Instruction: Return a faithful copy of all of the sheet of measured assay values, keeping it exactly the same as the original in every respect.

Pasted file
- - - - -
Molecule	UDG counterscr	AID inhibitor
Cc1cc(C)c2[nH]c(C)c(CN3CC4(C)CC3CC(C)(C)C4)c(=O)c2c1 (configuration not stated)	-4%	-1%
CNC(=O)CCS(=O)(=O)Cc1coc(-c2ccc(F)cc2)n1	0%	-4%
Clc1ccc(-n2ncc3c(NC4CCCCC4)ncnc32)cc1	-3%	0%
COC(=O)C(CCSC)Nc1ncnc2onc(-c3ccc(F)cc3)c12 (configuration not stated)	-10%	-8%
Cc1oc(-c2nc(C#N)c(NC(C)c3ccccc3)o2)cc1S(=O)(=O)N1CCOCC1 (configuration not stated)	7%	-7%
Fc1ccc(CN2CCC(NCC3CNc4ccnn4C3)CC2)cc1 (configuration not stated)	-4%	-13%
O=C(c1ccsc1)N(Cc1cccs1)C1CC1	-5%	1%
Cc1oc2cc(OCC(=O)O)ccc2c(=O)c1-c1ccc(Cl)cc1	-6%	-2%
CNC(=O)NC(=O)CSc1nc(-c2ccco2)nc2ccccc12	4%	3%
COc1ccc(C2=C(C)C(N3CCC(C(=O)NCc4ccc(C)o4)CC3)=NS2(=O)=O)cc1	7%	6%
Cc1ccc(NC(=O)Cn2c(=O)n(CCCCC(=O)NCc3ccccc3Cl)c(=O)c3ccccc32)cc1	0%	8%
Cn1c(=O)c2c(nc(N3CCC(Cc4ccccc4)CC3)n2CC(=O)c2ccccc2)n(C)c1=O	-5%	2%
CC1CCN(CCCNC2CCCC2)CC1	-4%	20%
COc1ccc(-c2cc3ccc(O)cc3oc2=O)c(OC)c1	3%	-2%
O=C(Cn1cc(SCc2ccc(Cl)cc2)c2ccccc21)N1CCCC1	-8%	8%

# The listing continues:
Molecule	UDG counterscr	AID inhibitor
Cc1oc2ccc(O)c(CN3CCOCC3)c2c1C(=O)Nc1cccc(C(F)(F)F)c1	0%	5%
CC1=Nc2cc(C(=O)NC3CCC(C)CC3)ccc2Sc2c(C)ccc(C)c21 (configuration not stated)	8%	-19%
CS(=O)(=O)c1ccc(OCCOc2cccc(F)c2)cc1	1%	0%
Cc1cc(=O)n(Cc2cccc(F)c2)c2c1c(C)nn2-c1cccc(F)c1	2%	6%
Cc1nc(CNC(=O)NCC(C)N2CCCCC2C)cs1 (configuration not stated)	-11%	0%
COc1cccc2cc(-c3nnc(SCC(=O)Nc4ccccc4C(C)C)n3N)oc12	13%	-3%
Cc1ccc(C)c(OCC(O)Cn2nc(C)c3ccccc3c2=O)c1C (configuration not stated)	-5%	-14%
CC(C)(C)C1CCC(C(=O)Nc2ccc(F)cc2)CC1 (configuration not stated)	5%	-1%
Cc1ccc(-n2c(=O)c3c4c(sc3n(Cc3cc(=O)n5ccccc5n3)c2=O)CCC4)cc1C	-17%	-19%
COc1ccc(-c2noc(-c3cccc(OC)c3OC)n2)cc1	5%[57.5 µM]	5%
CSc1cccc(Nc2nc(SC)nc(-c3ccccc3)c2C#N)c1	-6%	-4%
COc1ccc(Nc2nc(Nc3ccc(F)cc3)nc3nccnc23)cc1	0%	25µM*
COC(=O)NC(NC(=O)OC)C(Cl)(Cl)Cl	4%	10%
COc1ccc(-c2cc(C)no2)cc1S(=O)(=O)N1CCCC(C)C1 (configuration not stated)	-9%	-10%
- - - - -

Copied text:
Molecule	UDG counterscr	AID inhibitor
Cc1cc(C)c2[nH]c(C)c(CN3CC4(C)CC3CC(C)(C)C4)c(=O)c2c1 (configuration not stated)	-4%	-1%
CNC(=O)CCS(=O)(=O)Cc1coc(-c2ccc(F)cc2)n1	0%	-4%
Clc1ccc(-n2ncc3c(NC4CCCCC4)ncnc32)cc1	-3%	0%
COC(=O)C(CCSC)Nc1ncnc2onc(-c3ccc(F)cc3)c12 (configuration not stated)	-10%	-8%
Cc1oc(-c2nc(C#N)c(NC(C)c3ccccc3)o2)cc1S(=O)(=O)N1CCOCC1 (configuration not stated)	7%	-7%
Fc1ccc(CN2CCC(NCC3CNc4ccnn4C3)CC2)cc1 (configuration not stated)	-4%	-13%
O=C(c1ccsc1)N(Cc1cccs1)C1CC1	-5%	1%
Cc1oc2cc(OCC(=O)O)ccc2c(=O)c1-c1ccc(Cl)cc1	-6%	-2%
CNC(=O)NC(=O)CSc1nc(-c2ccco2)nc2ccccc12	4%	3%
COc1ccc(C2=C(C)C(N3CCC(C(=O)NCc4ccc(C)o4)CC3)=NS2(=O)=O)cc1	7%	6%
Cc1ccc(NC(=O)Cn2c(=O)n(CCCCC(=O)NCc3ccccc3Cl)c(=O)c3ccccc32)cc1	0%	8%
Cn1c(=O)c2c(nc(N3CCC(Cc4ccccc4)CC3)n2CC(=O)c2ccccc2)n(C)c1=O	-5%	2%
CC1CCN(CCCNC2CCCC2)CC1	-4%	20%
COc1ccc(-c2cc3ccc(O)cc3oc2=O)c(OC)c1	3%	-2%
O=C(Cn1cc(SCc2ccc(Cl)cc2)c2ccccc21)N1CCCC1	-8%	8%

# The listing continues:
Molecule	UDG counterscr	AID inhibitor
Cc1oc2ccc(O)c(CN3CCOCC3)c2c1C(=O)Nc1cccc(C(F)(F)F)c1	0%	5%
CC1=Nc2cc(C(=O)NC3CCC(C)CC3)ccc2Sc2c(C)ccc(C)c21 (configuration not stated)	8%	-19%
CS(=O)(=O)c1ccc(OCCOc2cccc(F)c2)cc1	1%	0%
Cc1cc(=O)n(Cc2cccc(F)c2)c2c1c(C)nn2-c1cccc(F)c1	2%	6%
Cc1nc(CNC(=O)NCC(C)N2CCCCC2C)cs1 (configuration not stated)	-11%	0%
COc1cccc2cc(-c3nnc(SCC(=O)Nc4ccccc4C(C)C)n3N)oc12	13%	-3%
Cc1ccc(C)c(OCC(O)Cn2nc(C)c3ccccc3c2=O)c1C (configuration not stated)	-5%	-14%
CC(C)(C)C1CCC(C(=O)Nc2ccc(F)cc2)CC1 (configuration not stated)	5%	-1%
Cc1ccc(-n2c(=O)c3c4c(sc3n(Cc3cc(=O)n5ccccc5n3)c2=O)CCC4)cc1C	-17%	-19%
COc1ccc(-c2noc(-c3cccc(OC)c3OC)n2)cc1	5%[57.5 µM]	5%
CSc1cccc(Nc2nc(SC)nc(-c3ccccc3)c2C#N)c1	-6%	-4%
COc1ccc(Nc2nc(Nc3ccc(F)cc3)nc3nccnc23)cc1	0%	25µM*
COC(=O)NC(NC(=O)OC)C(Cl)(Cl)Cl	4%	10%
COc1ccc(-c2cc(C)no2)cc1S(=O)(=O)N1CCCC(C)C1 (configuration not stated)	-9%	-10%